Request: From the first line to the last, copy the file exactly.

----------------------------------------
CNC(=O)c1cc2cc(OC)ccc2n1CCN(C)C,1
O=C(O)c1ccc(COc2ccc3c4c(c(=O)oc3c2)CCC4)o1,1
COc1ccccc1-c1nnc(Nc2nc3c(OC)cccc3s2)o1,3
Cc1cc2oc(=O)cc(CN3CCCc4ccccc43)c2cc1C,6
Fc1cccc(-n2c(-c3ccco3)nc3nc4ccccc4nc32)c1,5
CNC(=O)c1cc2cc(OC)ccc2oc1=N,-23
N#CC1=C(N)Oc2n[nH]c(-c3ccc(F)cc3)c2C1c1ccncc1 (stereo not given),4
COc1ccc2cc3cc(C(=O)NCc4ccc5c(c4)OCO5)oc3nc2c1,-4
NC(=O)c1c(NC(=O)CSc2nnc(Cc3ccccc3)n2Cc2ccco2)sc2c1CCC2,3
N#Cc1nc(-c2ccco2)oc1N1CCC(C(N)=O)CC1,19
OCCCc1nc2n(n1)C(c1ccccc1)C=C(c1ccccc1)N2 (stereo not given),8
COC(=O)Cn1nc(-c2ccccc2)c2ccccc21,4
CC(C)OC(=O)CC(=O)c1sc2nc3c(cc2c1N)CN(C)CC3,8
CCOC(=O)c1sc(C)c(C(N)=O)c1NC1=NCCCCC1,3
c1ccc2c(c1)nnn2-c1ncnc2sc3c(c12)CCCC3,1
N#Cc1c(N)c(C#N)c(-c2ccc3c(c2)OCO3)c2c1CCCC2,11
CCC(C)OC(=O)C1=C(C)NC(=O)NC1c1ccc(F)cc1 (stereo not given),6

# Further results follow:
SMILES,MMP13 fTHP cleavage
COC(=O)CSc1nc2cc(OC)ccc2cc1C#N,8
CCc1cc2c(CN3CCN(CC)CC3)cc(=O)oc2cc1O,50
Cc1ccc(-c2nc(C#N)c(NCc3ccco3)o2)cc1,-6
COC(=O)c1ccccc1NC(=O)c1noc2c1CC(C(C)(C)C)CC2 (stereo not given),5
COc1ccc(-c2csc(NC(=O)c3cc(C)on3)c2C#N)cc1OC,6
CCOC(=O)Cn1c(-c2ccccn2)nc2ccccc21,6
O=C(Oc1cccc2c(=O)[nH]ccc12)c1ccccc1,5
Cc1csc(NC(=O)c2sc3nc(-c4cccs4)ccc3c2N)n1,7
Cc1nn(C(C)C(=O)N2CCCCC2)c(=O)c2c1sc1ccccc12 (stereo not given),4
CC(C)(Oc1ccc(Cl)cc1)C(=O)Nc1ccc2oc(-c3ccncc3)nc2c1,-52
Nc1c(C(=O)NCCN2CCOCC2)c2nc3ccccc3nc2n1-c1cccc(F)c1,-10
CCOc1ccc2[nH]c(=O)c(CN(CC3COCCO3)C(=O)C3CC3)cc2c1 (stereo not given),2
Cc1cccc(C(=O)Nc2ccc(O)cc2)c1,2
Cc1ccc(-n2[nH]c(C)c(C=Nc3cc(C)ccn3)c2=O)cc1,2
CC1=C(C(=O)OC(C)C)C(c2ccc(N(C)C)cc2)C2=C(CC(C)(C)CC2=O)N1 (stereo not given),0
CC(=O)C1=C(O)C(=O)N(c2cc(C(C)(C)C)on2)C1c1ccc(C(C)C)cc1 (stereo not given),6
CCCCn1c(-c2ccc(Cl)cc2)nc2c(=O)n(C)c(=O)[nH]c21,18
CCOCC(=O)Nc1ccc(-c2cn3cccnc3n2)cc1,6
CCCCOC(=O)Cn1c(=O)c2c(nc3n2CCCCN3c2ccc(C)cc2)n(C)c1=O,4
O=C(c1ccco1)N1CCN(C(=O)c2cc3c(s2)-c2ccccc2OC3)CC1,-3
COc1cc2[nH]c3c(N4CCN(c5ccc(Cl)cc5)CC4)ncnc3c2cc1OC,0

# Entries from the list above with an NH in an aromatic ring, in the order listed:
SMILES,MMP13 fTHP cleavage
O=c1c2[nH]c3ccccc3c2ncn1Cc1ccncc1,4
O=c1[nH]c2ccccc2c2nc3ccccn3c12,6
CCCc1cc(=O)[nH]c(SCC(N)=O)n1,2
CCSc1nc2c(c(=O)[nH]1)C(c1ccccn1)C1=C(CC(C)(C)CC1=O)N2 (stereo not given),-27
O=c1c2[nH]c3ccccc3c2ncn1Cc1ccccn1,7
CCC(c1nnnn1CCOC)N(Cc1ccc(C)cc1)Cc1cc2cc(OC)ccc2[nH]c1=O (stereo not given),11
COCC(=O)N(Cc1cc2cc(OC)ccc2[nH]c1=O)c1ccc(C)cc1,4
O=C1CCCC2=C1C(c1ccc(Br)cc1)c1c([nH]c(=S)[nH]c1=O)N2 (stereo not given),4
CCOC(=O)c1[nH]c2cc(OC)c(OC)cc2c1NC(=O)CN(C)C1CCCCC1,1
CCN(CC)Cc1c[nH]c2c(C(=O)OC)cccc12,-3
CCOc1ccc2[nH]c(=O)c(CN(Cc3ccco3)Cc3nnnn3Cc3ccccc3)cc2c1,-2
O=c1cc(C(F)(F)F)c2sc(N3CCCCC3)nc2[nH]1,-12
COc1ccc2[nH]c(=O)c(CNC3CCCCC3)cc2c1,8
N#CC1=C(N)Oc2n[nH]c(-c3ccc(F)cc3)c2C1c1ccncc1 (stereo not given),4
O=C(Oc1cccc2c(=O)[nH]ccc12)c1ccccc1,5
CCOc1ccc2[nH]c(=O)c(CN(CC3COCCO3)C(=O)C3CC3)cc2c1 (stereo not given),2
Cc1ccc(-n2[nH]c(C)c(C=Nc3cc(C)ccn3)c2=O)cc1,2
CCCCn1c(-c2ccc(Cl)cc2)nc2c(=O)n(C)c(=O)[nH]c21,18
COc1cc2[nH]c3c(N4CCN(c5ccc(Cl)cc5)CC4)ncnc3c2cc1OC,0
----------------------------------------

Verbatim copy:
CNC(=O)c1cc2cc(OC)ccc2n1CCN(C)C,1
O=C(O)c1ccc(COc2ccc3c4c(c(=O)oc3c2)CCC4)o1,1
COc1ccccc1-c1nnc(Nc2nc3c(OC)cccc3s2)o1,3
Cc1cc2oc(=O)cc(CN3CCCc4ccccc43)c2cc1C,6
Fc1cccc(-n2c(-c3ccco3)nc3nc4ccccc4nc32)c1,5
CNC(=O)c1cc2cc(OC)ccc2oc1=N,-23
N#CC1=C(N)Oc2n[nH]c(-c3ccc(F)cc3)c2C1c1ccncc1 (stereo not given),4
COc1ccc2cc3cc(C(=O)NCc4ccc5c(c4)OCO5)oc3nc2c1,-4
NC(=O)c1c(NC(=O)CSc2nnc(Cc3ccccc3)n2Cc2ccco2)sc2c1CCC2,3
N#Cc1nc(-c2ccco2)oc1N1CCC(C(N)=O)CC1,19
OCCCc1nc2n(n1)C(c1ccccc1)C=C(c1ccccc1)N2 (stereo not given),8
COC(=O)Cn1nc(-c2ccccc2)c2ccccc21,4
CC(C)OC(=O)CC(=O)c1sc2nc3c(cc2c1N)CN(C)CC3,8
CCOC(=O)c1sc(C)c(C(N)=O)c1NC1=NCCCCC1,3
c1ccc2c(c1)nnn2-c1ncnc2sc3c(c12)CCCC3,1
N#Cc1c(N)c(C#N)c(-c2ccc3c(c2)OCO3)c2c1CCCC2,11
CCC(C)OC(=O)C1=C(C)NC(=O)NC1c1ccc(F)cc1 (stereo not given),6

# Further results follow:
SMILES,MMP13 fTHP cleavage
COC(=O)CSc1nc2cc(OC)ccc2cc1C#N,8
CCc1cc2c(CN3CCN(CC)CC3)cc(=O)oc2cc1O,50
Cc1ccc(-c2nc(C#N)c(NCc3ccco3)o2)cc1,-6
COC(=O)c1ccccc1NC(=O)c1noc2c1CC(C(C)(C)C)CC2 (stereo not given),5
COc1ccc(-c2csc(NC(=O)c3cc(C)on3)c2C#N)cc1OC,6
CCOC(=O)Cn1c(-c2ccccn2)nc2ccccc21,6
O=C(Oc1cccc2c(=O)[nH]ccc12)c1ccccc1,5
Cc1csc(NC(=O)c2sc3nc(-c4cccs4)ccc3c2N)n1,7
Cc1nn(C(C)C(=O)N2CCCCC2)c(=O)c2c1sc1ccccc12 (stereo not given),4
CC(C)(Oc1ccc(Cl)cc1)C(=O)Nc1ccc2oc(-c3ccncc3)nc2c1,-52
Nc1c(C(=O)NCCN2CCOCC2)c2nc3ccccc3nc2n1-c1cccc(F)c1,-10
CCOc1ccc2[nH]c(=O)c(CN(CC3COCCO3)C(=O)C3CC3)cc2c1 (stereo not given),2
Cc1cccc(C(=O)Nc2ccc(O)cc2)c1,2
Cc1ccc(-n2[nH]c(C)c(C=Nc3cc(C)ccn3)c2=O)cc1,2
CC1=C(C(=O)OC(C)C)C(c2ccc(N(C)C)cc2)C2=C(CC(C)(C)CC2=O)N1 (stereo not given),0
CC(=O)C1=C(O)C(=O)N(c2cc(C(C)(C)C)on2)C1c1ccc(C(C)C)cc1 (stereo not given),6
CCCCn1c(-c2ccc(Cl)cc2)nc2c(=O)n(C)c(=O)[nH]c21,18
CCOCC(=O)Nc1ccc(-c2cn3cccnc3n2)cc1,6
CCCCOC(=O)Cn1c(=O)c2c(nc3n2CCCCN3c2ccc(C)cc2)n(C)c1=O,4
O=C(c1ccco1)N1CCN(C(=O)c2cc3c(s2)-c2ccccc2OC3)CC1,-3
COc1cc2[nH]c3c(N4CCN(c5ccc(Cl)cc5)CC4)ncnc3c2cc1OC,0

# Entries from the list above with an NH in an aromatic ring, in the order listed:
SMILES,MMP13 fTHP cleavage
O=c1c2[nH]c3ccccc3c2ncn1Cc1ccncc1,4
O=c1[nH]c2ccccc2c2nc3ccccn3c12,6
CCCc1cc(=O)[nH]c(SCC(N)=O)n1,2
CCSc1nc2c(c(=O)[nH]1)C(c1ccccn1)C1=C(CC(C)(C)CC1=O)N2 (stereo not given),-27
O=c1c2[nH]c3ccccc3c2ncn1Cc1ccccn1,7
CCC(c1nnnn1CCOC)N(Cc1ccc(C)cc1)Cc1cc2cc(OC)ccc2[nH]c1=O (stereo not given),11
COCC(=O)N(Cc1cc2cc(OC)ccc2[nH]c1=O)c1ccc(C)cc1,4
O=C1CCCC2=C1C(c1ccc(Br)cc1)c1c([nH]c(=S)[nH]c1=O)N2 (stereo not given),4
CCOC(=O)c1[nH]c2cc(OC)c(OC)cc2c1NC(=O)CN(C)C1CCCCC1,1
CCN(CC)Cc1c[nH]c2c(C(=O)OC)cccc12,-3
CCOc1ccc2[nH]c(=O)c(CN(Cc3ccco3)Cc3nnnn3Cc3ccccc3)cc2c1,-2
O=c1cc(C(F)(F)F)c2sc(N3CCCCC3)nc2[nH]1,-12
COc1ccc2[nH]c(=O)c(CNC3CCCCC3)cc2c1,8
N#CC1=C(N)Oc2n[nH]c(-c3ccc(F)cc3)c2C1c1ccncc1 (stereo not given),4
O=C(Oc1cccc2c(=O)[nH]ccc12)c1ccccc1,5
CCOc1ccc2[nH]c(=O)c(CN(CC3COCCO3)C(=O)C3CC3)cc2c1 (stereo not given),2
Cc1ccc(-n2[nH]c(C)c(C=Nc3cc(C)ccn3)c2=O)cc1,2
CCCCn1c(-c2ccc(Cl)cc2)nc2c(=O)n(C)c(=O)[nH]c21,18
COc1cc2[nH]c3c(N4CCN(c5ccc(Cl)cc5)CC4)ncnc3c2cc1OC,0